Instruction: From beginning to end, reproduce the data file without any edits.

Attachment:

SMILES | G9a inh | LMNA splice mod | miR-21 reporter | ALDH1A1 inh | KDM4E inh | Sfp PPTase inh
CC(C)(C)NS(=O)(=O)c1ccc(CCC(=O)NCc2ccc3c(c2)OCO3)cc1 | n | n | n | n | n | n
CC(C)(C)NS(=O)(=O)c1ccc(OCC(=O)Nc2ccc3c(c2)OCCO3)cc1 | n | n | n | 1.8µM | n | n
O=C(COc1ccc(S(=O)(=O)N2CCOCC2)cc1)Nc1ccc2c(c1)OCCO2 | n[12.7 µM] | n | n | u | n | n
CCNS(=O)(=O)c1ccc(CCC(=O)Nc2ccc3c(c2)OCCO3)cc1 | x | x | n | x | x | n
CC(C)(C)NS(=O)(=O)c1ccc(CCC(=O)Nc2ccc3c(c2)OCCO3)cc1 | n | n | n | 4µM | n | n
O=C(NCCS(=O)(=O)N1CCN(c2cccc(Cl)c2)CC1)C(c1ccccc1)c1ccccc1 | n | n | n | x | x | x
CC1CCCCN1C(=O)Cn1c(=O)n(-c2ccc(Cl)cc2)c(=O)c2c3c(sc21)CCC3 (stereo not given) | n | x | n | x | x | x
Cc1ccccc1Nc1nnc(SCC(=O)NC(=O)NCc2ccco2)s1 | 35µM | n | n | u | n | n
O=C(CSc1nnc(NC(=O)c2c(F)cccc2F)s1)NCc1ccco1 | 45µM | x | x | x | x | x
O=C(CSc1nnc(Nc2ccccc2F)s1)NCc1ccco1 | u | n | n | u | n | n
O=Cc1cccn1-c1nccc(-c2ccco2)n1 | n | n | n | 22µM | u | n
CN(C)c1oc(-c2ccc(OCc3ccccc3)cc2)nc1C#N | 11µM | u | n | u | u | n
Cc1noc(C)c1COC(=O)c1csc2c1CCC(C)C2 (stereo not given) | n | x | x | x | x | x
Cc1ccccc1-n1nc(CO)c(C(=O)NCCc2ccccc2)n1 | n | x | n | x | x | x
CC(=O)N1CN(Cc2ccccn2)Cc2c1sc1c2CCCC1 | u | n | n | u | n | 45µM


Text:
SMILES | G9a inh | LMNA splice mod | miR-21 reporter | ALDH1A1 inh | KDM4E inh | Sfp PPTase inh
CC(C)(C)NS(=O)(=O)c1ccc(CCC(=O)NCc2ccc3c(c2)OCO3)cc1 | n | n | n | n | n | n
CC(C)(C)NS(=O)(=O)c1ccc(OCC(=O)Nc2ccc3c(c2)OCCO3)cc1 | n | n | n | 1.8µM | n | n
O=C(COc1ccc(S(=O)(=O)N2CCOCC2)cc1)Nc1ccc2c(c1)OCCO2 | n[12.7 µM] | n | n | u | n | n
CCNS(=O)(=O)c1ccc(CCC(=O)Nc2ccc3c(c2)OCCO3)cc1 | x | x | n | x | x | n
CC(C)(C)NS(=O)(=O)c1ccc(CCC(=O)Nc2ccc3c(c2)OCCO3)cc1 | n | n | n | 4µM | n | n
O=C(NCCS(=O)(=O)N1CCN(c2cccc(Cl)c2)CC1)C(c1ccccc1)c1ccccc1 | n | n | n | x | x | x
CC1CCCCN1C(=O)Cn1c(=O)n(-c2ccc(Cl)cc2)c(=O)c2c3c(sc21)CCC3 (stereo not given) | n | x | n | x | x | x
Cc1ccccc1Nc1nnc(SCC(=O)NC(=O)NCc2ccco2)s1 | 35µM | n | n | u | n | n
O=C(CSc1nnc(NC(=O)c2c(F)cccc2F)s1)NCc1ccco1 | 45µM | x | x | x | x | x
O=C(CSc1nnc(Nc2ccccc2F)s1)NCc1ccco1 | u | n | n | u | n | n
O=Cc1cccn1-c1nccc(-c2ccco2)n1 | n | n | n | 22µM | u | n
CN(C)c1oc(-c2ccc(OCc3ccccc3)cc2)nc1C#N | 11µM | u | n | u | u | n
Cc1noc(C)c1COC(=O)c1csc2c1CCC(C)C2 (stereo not given) | n | x | x | x | x | x
Cc1ccccc1-n1nc(CO)c(C(=O)NCCc2ccccc2)n1 | n | x | n | x | x | x
CC(=O)N1CN(Cc2ccccn2)Cc2c1sc1c2CCCC1 | u | n | n | u | n | 45µM